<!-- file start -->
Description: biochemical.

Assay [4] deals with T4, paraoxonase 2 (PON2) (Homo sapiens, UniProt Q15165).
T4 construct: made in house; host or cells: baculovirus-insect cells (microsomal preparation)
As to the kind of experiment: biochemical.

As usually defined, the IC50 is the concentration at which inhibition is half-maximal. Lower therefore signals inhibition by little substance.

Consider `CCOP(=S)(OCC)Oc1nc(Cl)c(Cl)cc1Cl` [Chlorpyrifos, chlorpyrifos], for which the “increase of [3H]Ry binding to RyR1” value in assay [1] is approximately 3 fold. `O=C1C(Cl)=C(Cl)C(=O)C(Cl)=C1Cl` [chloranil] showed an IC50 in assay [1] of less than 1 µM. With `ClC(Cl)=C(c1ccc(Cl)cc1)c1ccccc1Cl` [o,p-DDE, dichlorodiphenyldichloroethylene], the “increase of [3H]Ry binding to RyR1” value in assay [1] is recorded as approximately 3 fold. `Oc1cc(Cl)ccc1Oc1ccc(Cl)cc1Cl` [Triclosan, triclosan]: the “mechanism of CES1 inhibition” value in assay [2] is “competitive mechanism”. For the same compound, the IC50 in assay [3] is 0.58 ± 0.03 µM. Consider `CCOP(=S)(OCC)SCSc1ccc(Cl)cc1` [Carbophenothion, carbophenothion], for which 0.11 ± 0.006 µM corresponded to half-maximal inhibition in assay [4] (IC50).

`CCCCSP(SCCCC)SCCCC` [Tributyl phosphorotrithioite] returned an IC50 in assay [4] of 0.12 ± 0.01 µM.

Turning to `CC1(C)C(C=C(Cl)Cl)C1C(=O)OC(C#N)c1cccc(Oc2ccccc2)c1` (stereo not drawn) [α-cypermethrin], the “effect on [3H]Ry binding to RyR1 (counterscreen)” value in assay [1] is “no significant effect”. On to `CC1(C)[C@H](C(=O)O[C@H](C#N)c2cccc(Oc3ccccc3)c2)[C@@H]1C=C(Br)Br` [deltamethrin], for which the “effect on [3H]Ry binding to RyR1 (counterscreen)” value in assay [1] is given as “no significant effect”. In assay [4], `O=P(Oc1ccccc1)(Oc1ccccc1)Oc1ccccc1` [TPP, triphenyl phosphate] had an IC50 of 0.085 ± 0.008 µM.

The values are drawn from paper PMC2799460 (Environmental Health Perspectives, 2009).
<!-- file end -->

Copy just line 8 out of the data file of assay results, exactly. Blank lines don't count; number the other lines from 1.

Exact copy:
Turning to `CC1(C)C(C=C(Cl)Cl)C1C(=O)OC(C#N)c1cccc(Oc2ccccc2)c1` (stereo not drawn) [α-cypermethrin], the “effect on [3H]Ry binding to RyR1 (counterscreen)” value in assay [1] is “no significant effect”. On to `CC1(C)[C@H](C(=O)O[C@H](C#N)c2cccc(Oc3ccccc3)c2)[C@@H]1C=C(Br)Br` [deltamethrin], for which the “effect on [3H]Ry binding to RyR1 (counterscreen)” value in assay [1] is given as “no significant effect”. In assay [4], `O=P(Oc1ccccc1)(Oc1ccccc1)Oc1ccccc1` [TPP, triphenyl phosphate] had an IC50 of 0.085 ± 0.008 µM.